In the 1960s most formal portraits were taken with large cumbersome pack and head flash units, with wedding reception "candid" photos taken with a single flash on camera and dimensionally flat lighting.

What set Monte's work apart from his peers was the innovative use of daylight from a north-facing window and a reflector for his formal posed portraits using backgrounds he had hand-painted on 8-foot-wide (2.4 m) linen roll-up window shades to mimic the look of Old Master painters. He cleverly marketed this style as an "Old Master Style" which appealed to his niche market.

By the late 1960s color had started replacing black and white for shooting weddings, and electronic flash guns replaced flash bulbs. A technical shortcoming of color was a much shorter range on the prints which could not reproduce the full range of detail in a photograph containing a bride in white dress standing with the groom in a black suit when a single flash on camera was used. Familiar with conventional studio lighting, thanks in part to training with New Jersey photographer Joe Zeltsman, Monte understood that the solution to the shorter range film was to control the range of the scene with two lights; one off camera for modeling (key light), over a foundation of even centered light (fill) to control the tone of the shadows. With the invention of the photo-cell trigger which allowed wireless firing of the off-camera "key" flash, Monte utilized the technology to create studio-like lighting "on the fly" at wedding receptions using two identical direct flash units, one mounted over the camera as fill to control the shadow tone and a second optically triggered key light for 3D modeling which he mounted on a rolling converted medical IV stand, a clever solution to the logistics of working with the off-camera light.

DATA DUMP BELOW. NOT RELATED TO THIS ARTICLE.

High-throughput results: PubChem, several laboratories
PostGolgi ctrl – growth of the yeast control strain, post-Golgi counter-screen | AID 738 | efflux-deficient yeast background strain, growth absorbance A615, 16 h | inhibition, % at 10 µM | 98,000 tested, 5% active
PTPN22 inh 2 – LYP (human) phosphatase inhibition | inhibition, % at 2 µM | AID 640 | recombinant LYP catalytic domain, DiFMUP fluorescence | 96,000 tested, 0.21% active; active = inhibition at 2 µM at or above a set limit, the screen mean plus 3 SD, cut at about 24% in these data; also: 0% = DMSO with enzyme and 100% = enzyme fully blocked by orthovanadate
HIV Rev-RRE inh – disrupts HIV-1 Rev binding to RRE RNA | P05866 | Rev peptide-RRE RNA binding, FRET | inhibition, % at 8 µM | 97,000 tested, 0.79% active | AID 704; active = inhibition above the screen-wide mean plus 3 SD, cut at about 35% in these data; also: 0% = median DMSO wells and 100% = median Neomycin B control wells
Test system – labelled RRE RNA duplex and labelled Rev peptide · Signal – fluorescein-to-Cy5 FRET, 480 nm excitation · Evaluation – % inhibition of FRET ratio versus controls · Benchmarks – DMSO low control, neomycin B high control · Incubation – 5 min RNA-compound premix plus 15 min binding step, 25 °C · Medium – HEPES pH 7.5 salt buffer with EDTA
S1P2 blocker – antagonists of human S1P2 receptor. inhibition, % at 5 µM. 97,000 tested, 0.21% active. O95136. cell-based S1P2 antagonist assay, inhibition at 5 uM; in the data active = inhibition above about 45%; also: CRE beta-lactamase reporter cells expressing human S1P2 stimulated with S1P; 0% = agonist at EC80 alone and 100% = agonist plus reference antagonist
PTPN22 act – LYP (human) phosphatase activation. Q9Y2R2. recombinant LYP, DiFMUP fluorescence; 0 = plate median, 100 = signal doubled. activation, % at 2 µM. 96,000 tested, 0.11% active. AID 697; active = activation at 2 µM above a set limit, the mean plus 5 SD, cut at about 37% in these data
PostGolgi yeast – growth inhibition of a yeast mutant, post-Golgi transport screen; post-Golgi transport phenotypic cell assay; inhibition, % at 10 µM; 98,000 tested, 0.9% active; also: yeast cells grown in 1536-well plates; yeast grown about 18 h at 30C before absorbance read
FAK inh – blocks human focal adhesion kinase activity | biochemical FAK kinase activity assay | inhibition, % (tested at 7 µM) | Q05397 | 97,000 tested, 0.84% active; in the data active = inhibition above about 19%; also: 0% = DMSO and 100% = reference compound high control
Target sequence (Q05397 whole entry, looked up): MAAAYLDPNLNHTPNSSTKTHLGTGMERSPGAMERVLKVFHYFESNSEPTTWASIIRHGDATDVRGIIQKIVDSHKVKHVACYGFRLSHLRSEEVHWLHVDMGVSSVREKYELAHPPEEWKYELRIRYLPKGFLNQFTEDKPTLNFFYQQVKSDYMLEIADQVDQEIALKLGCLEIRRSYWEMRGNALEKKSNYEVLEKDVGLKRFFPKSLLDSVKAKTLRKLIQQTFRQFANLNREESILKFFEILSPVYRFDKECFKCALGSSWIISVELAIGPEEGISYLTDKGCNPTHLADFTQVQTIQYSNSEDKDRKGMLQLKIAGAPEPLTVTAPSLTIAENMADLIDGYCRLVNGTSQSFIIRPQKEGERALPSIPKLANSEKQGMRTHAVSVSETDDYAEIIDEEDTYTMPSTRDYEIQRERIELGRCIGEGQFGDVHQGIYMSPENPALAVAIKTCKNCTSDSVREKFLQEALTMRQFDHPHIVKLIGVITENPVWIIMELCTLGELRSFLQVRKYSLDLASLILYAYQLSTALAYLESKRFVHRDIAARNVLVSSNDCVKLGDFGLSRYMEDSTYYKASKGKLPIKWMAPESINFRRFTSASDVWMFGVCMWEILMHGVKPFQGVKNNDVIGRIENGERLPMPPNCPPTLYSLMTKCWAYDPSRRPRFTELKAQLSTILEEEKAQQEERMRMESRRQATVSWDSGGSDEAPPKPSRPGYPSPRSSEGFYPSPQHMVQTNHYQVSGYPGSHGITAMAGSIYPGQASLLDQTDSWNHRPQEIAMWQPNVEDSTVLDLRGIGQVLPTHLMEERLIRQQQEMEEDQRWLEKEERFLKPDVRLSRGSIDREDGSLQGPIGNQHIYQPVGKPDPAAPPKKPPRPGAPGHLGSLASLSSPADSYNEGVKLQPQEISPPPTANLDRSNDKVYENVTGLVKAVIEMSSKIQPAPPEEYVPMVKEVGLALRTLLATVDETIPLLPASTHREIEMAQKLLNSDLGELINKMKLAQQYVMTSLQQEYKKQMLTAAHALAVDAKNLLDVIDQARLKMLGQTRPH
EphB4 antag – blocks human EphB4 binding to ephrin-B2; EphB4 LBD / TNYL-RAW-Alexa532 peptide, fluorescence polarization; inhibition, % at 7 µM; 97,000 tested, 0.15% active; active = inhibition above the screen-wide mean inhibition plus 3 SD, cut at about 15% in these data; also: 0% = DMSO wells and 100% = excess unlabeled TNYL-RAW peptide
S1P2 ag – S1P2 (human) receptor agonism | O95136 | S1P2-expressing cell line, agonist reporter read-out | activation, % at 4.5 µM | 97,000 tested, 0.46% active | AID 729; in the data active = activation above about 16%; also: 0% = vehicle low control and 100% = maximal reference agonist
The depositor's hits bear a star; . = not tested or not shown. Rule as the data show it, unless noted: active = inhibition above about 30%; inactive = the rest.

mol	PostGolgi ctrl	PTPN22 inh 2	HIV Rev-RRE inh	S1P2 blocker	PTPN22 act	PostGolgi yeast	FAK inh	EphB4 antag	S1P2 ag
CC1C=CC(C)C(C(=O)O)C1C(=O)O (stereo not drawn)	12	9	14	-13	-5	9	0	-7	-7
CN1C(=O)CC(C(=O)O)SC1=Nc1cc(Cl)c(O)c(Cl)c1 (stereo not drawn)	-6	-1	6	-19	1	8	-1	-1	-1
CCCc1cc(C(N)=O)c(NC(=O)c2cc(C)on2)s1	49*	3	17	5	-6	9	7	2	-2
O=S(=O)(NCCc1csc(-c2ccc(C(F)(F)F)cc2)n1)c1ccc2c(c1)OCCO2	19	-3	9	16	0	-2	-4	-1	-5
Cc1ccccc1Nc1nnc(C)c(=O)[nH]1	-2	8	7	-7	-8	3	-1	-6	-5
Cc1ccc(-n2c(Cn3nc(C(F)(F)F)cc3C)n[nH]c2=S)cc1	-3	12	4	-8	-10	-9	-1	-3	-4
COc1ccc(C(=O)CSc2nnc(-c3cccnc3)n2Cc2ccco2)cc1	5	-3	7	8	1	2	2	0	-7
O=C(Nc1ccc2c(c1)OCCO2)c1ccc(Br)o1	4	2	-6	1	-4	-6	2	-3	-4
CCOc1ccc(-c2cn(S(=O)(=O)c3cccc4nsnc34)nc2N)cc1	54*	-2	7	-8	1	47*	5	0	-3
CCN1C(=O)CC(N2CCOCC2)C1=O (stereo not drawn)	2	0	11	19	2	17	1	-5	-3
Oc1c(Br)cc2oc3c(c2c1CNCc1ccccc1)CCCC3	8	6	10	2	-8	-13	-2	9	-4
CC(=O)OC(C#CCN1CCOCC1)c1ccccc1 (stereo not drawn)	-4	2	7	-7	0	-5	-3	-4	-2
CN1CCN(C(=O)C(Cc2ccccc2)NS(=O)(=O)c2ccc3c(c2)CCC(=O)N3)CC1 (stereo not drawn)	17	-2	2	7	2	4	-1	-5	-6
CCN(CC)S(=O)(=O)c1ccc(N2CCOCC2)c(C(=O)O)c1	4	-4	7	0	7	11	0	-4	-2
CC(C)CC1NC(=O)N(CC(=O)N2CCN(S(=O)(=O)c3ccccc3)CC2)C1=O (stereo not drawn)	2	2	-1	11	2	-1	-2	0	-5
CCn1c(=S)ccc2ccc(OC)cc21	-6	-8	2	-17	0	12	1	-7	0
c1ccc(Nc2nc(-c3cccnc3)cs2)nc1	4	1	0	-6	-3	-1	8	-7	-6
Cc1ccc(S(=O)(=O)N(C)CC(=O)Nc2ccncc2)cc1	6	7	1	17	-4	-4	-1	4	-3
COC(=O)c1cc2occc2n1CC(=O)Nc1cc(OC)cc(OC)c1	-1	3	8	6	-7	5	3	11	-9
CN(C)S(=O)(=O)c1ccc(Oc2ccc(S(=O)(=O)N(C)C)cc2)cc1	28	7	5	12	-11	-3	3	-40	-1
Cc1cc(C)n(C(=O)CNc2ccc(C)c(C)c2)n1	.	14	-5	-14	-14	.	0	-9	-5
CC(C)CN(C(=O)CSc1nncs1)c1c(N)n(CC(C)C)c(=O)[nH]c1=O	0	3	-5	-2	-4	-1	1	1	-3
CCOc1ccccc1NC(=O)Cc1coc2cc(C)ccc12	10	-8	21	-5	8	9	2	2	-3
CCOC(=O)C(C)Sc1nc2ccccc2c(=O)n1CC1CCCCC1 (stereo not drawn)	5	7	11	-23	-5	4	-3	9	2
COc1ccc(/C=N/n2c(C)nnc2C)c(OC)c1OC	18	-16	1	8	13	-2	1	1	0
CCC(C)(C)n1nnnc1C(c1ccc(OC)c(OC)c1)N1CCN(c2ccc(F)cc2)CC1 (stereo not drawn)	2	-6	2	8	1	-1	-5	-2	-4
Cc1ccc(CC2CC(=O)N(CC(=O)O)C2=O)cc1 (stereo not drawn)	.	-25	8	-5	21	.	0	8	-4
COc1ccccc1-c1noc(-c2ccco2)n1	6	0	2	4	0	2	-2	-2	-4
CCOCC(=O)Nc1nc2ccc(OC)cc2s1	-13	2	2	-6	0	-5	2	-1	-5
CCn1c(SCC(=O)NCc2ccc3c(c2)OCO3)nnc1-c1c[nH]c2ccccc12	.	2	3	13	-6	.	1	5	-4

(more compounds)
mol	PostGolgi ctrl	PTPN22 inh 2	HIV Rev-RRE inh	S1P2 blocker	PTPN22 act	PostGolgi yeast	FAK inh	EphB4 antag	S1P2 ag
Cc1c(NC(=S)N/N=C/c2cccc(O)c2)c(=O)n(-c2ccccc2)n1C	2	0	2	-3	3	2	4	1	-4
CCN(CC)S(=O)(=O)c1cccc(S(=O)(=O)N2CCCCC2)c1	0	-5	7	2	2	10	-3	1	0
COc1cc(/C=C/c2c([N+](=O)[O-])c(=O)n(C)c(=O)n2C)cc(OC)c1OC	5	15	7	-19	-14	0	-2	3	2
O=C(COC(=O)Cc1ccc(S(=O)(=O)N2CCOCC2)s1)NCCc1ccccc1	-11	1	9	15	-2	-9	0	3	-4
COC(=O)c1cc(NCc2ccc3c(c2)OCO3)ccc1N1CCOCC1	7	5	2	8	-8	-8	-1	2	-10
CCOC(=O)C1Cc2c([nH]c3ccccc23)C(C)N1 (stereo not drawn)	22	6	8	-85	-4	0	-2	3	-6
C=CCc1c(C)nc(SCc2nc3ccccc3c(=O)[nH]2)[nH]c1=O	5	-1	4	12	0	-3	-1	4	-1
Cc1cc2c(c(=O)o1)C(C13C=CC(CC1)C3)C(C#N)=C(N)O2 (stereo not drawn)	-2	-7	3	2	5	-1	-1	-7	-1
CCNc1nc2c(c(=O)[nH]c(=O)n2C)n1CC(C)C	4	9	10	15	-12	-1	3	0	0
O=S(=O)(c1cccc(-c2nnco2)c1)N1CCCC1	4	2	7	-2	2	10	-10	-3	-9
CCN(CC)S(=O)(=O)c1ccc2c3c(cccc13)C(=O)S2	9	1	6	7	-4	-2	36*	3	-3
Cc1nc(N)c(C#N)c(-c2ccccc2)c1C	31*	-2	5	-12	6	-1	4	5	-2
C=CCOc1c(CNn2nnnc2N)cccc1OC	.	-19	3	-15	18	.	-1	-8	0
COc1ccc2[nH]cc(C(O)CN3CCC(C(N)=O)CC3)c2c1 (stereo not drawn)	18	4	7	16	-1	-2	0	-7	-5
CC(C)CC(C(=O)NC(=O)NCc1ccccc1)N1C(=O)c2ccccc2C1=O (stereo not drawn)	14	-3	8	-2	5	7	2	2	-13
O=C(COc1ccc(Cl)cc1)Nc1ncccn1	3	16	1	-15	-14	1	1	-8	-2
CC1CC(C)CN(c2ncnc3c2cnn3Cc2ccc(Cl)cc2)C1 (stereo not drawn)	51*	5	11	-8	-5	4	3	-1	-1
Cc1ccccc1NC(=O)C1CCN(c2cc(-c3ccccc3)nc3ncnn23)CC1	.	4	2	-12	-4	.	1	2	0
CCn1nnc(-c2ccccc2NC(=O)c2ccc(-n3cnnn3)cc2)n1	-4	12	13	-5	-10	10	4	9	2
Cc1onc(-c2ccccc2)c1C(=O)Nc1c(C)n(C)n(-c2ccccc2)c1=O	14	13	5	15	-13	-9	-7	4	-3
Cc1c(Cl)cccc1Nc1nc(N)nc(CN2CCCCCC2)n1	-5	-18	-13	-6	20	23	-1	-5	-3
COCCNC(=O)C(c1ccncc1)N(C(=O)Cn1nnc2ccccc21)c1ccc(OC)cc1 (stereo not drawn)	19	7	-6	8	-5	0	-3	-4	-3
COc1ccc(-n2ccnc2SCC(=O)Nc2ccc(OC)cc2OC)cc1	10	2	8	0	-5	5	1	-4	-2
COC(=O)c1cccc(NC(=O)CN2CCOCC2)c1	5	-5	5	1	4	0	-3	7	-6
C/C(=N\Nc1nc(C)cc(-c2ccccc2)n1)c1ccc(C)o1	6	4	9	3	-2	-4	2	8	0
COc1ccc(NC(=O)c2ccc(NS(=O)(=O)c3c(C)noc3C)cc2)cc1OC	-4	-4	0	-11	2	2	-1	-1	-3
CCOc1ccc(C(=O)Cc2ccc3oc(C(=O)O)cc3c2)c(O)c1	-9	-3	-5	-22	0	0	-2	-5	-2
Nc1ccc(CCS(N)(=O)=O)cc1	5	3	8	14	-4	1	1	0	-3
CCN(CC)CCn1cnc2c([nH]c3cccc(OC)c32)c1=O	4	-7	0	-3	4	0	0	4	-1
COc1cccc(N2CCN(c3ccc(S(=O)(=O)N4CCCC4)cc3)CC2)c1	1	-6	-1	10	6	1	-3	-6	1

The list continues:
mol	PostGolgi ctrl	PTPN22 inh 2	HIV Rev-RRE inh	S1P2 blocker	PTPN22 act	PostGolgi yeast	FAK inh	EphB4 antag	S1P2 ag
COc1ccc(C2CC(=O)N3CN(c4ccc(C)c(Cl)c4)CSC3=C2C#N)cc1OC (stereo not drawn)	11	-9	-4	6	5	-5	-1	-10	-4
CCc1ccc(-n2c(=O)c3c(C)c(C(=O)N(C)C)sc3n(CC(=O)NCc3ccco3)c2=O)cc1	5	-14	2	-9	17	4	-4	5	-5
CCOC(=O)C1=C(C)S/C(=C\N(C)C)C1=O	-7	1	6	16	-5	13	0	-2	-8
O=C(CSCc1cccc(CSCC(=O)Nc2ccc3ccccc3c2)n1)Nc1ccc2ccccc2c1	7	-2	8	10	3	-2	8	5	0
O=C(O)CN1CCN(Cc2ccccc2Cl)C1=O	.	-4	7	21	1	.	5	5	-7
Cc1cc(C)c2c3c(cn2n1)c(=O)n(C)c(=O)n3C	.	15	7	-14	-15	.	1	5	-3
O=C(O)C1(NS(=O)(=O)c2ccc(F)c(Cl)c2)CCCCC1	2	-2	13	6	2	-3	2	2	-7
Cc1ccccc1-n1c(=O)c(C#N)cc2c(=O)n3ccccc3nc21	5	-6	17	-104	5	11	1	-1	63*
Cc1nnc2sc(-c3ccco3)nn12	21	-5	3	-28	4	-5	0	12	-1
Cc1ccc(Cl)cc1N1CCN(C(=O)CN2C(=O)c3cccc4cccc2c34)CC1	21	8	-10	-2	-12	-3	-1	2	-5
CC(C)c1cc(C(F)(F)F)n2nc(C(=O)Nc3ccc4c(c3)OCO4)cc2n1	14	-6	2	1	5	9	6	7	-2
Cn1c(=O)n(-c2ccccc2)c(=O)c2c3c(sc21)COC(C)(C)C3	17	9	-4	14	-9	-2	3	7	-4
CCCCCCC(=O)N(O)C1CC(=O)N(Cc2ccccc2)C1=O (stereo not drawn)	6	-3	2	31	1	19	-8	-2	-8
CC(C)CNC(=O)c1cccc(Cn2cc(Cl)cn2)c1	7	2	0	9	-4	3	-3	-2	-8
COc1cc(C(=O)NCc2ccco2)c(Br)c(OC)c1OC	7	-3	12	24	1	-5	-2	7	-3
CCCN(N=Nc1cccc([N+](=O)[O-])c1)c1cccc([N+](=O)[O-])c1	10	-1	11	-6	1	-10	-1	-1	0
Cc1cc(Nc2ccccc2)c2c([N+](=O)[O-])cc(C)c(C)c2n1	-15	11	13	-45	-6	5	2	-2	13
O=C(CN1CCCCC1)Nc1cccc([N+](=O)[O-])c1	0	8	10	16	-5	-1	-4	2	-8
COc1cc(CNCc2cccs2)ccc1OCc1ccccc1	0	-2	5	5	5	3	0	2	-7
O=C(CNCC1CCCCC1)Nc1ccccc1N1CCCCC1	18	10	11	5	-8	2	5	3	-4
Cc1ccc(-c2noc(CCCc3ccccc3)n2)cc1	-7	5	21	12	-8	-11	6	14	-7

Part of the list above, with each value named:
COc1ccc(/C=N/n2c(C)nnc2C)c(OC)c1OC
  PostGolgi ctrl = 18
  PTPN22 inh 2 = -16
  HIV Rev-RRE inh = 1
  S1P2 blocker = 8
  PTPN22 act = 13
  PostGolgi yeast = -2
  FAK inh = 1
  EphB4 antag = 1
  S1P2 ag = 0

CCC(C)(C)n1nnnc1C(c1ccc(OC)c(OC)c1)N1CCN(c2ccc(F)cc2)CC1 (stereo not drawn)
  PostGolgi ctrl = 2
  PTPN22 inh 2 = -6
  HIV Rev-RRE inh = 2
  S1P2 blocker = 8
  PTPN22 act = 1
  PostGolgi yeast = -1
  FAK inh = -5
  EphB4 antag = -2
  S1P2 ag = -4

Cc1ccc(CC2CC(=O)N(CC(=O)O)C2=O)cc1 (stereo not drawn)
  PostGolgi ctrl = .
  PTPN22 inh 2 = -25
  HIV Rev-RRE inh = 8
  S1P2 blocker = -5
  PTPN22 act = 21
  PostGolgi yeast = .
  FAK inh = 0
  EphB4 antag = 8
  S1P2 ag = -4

The difference in the realism of the photos both in tonal range and 3D modeling that dual-flash candid shooting provided revolutionized wedding photography and created a new career for Monte teaching others how to duplicate his style.

His style was characterized by precise control of lighting pattern and facial angles in every "candid" reception shot. Technically it gave them a three-dimensional quality and full rich tonal range that the work of his contemporaries lacked, but more importantly his photographs always flattered the subjects, even in something as mundane as a group shot of guests.